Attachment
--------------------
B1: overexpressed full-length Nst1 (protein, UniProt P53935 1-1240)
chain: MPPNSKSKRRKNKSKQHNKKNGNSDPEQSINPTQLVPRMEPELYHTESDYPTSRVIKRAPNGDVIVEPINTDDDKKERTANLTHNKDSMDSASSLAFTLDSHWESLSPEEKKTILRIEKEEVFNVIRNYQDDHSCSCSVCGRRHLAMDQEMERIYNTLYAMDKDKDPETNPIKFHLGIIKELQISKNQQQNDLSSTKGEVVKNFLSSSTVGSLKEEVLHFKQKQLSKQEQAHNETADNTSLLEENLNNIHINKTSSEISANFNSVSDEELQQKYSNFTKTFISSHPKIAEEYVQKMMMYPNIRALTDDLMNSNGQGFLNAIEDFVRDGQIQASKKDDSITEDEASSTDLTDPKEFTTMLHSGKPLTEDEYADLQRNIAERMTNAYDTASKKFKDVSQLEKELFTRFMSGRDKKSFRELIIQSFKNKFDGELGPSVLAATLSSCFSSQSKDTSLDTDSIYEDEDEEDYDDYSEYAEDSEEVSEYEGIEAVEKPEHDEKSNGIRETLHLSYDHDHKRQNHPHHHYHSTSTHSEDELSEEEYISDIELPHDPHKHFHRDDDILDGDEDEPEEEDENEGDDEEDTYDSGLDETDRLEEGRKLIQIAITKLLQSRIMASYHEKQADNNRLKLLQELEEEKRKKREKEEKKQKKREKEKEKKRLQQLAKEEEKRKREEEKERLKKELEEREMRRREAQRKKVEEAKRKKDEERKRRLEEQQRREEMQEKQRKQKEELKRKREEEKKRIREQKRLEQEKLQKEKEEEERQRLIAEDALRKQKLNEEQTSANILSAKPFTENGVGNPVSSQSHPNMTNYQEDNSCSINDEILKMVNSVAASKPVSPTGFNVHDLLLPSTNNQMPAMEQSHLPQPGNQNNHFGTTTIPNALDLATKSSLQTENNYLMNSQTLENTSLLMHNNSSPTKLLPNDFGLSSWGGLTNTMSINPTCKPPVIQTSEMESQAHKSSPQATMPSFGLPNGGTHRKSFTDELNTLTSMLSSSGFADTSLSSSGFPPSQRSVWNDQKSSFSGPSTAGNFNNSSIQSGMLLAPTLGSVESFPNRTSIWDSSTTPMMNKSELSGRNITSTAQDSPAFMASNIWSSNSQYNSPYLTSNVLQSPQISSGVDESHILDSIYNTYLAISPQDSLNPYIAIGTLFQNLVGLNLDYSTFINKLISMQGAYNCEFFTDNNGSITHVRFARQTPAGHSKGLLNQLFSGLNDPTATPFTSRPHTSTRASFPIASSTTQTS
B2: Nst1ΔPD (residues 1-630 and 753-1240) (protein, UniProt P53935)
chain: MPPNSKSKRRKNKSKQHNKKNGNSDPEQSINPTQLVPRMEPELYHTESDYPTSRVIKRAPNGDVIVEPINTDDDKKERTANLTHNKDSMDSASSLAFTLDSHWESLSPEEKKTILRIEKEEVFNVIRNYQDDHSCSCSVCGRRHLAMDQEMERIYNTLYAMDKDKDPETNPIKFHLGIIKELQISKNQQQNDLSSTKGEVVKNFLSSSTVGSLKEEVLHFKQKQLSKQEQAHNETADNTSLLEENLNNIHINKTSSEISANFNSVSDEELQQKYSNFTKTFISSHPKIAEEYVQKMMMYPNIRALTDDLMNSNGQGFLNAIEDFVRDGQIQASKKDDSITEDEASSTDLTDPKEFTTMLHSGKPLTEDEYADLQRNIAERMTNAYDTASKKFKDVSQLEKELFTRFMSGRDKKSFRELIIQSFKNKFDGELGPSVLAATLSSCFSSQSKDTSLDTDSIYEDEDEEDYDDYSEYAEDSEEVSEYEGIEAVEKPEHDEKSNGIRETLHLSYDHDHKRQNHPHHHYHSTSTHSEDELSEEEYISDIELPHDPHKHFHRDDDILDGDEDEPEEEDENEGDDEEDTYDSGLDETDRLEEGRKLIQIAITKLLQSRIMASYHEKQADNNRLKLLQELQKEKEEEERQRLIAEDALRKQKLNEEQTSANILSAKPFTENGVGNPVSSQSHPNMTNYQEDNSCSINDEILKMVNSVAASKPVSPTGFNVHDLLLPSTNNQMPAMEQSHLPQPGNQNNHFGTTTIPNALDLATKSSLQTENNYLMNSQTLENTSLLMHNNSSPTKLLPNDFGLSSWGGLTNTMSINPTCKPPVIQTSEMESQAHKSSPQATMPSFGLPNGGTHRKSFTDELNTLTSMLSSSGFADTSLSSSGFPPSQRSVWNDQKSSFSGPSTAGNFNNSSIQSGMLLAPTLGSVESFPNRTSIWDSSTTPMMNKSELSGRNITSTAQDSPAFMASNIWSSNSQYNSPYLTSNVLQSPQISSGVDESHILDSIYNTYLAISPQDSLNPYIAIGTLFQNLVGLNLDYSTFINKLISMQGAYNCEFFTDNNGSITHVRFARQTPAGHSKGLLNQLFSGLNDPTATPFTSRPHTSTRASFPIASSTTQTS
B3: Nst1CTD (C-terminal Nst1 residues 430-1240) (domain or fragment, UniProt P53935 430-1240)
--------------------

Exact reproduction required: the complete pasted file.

B1: overexpressed full-length Nst1 (protein, UniProt P53935 1-1240)
chain: MPPNSKSKRRKNKSKQHNKKNGNSDPEQSINPTQLVPRMEPELYHTESDYPTSRVIKRAPNGDVIVEPINTDDDKKERTANLTHNKDSMDSASSLAFTLDSHWESLSPEEKKTILRIEKEEVFNVIRNYQDDHSCSCSVCGRRHLAMDQEMERIYNTLYAMDKDKDPETNPIKFHLGIIKELQISKNQQQNDLSSTKGEVVKNFLSSSTVGSLKEEVLHFKQKQLSKQEQAHNETADNTSLLEENLNNIHINKTSSEISANFNSVSDEELQQKYSNFTKTFISSHPKIAEEYVQKMMMYPNIRALTDDLMNSNGQGFLNAIEDFVRDGQIQASKKDDSITEDEASSTDLTDPKEFTTMLHSGKPLTEDEYADLQRNIAERMTNAYDTASKKFKDVSQLEKELFTRFMSGRDKKSFRELIIQSFKNKFDGELGPSVLAATLSSCFSSQSKDTSLDTDSIYEDEDEEDYDDYSEYAEDSEEVSEYEGIEAVEKPEHDEKSNGIRETLHLSYDHDHKRQNHPHHHYHSTSTHSEDELSEEEYISDIELPHDPHKHFHRDDDILDGDEDEPEEEDENEGDDEEDTYDSGLDETDRLEEGRKLIQIAITKLLQSRIMASYHEKQADNNRLKLLQELEEEKRKKREKEEKKQKKREKEKEKKRLQQLAKEEEKRKREEEKERLKKELEEREMRRREAQRKKVEEAKRKKDEERKRRLEEQQRREEMQEKQRKQKEELKRKREEEKKRIREQKRLEQEKLQKEKEEEERQRLIAEDALRKQKLNEEQTSANILSAKPFTENGVGNPVSSQSHPNMTNYQEDNSCSINDEILKMVNSVAASKPVSPTGFNVHDLLLPSTNNQMPAMEQSHLPQPGNQNNHFGTTTIPNALDLATKSSLQTENNYLMNSQTLENTSLLMHNNSSPTKLLPNDFGLSSWGGLTNTMSINPTCKPPVIQTSEMESQAHKSSPQATMPSFGLPNGGTHRKSFTDELNTLTSMLSSSGFADTSLSSSGFPPSQRSVWNDQKSSFSGPSTAGNFNNSSIQSGMLLAPTLGSVESFPNRTSIWDSSTTPMMNKSELSGRNITSTAQDSPAFMASNIWSSNSQYNSPYLTSNVLQSPQISSGVDESHILDSIYNTYLAISPQDSLNPYIAIGTLFQNLVGLNLDYSTFINKLISMQGAYNCEFFTDNNGSITHVRFARQTPAGHSKGLLNQLFSGLNDPTATPFTSRPHTSTRASFPIASSTTQTS
B2: Nst1ΔPD (residues 1-630 and 753-1240) (protein, UniProt P53935)
chain: MPPNSKSKRRKNKSKQHNKKNGNSDPEQSINPTQLVPRMEPELYHTESDYPTSRVIKRAPNGDVIVEPINTDDDKKERTANLTHNKDSMDSASSLAFTLDSHWESLSPEEKKTILRIEKEEVFNVIRNYQDDHSCSCSVCGRRHLAMDQEMERIYNTLYAMDKDKDPETNPIKFHLGIIKELQISKNQQQNDLSSTKGEVVKNFLSSSTVGSLKEEVLHFKQKQLSKQEQAHNETADNTSLLEENLNNIHINKTSSEISANFNSVSDEELQQKYSNFTKTFISSHPKIAEEYVQKMMMYPNIRALTDDLMNSNGQGFLNAIEDFVRDGQIQASKKDDSITEDEASSTDLTDPKEFTTMLHSGKPLTEDEYADLQRNIAERMTNAYDTASKKFKDVSQLEKELFTRFMSGRDKKSFRELIIQSFKNKFDGELGPSVLAATLSSCFSSQSKDTSLDTDSIYEDEDEEDYDDYSEYAEDSEEVSEYEGIEAVEKPEHDEKSNGIRETLHLSYDHDHKRQNHPHHHYHSTSTHSEDELSEEEYISDIELPHDPHKHFHRDDDILDGDEDEPEEEDENEGDDEEDTYDSGLDETDRLEEGRKLIQIAITKLLQSRIMASYHEKQADNNRLKLLQELQKEKEEEERQRLIAEDALRKQKLNEEQTSANILSAKPFTENGVGNPVSSQSHPNMTNYQEDNSCSINDEILKMVNSVAASKPVSPTGFNVHDLLLPSTNNQMPAMEQSHLPQPGNQNNHFGTTTIPNALDLATKSSLQTENNYLMNSQTLENTSLLMHNNSSPTKLLPNDFGLSSWGGLTNTMSINPTCKPPVIQTSEMESQAHKSSPQATMPSFGLPNGGTHRKSFTDELNTLTSMLSSSGFADTSLSSSGFPPSQRSVWNDQKSSFSGPSTAGNFNNSSIQSGMLLAPTLGSVESFPNRTSIWDSSTTPMMNKSELSGRNITSTAQDSPAFMASNIWSSNSQYNSPYLTSNVLQSPQISSGVDESHILDSIYNTYLAISPQDSLNPYIAIGTLFQNLVGLNLDYSTFINKLISMQGAYNCEFFTDNNGSITHVRFARQTPAGHSKGLLNQLFSGLNDPTATPFTSRPHTSTRASFPIASSTTQTS
B3: Nst1CTD (C-terminal Nst1 residues 430-1240) (domain or fragment, UniProt P53935 430-1240)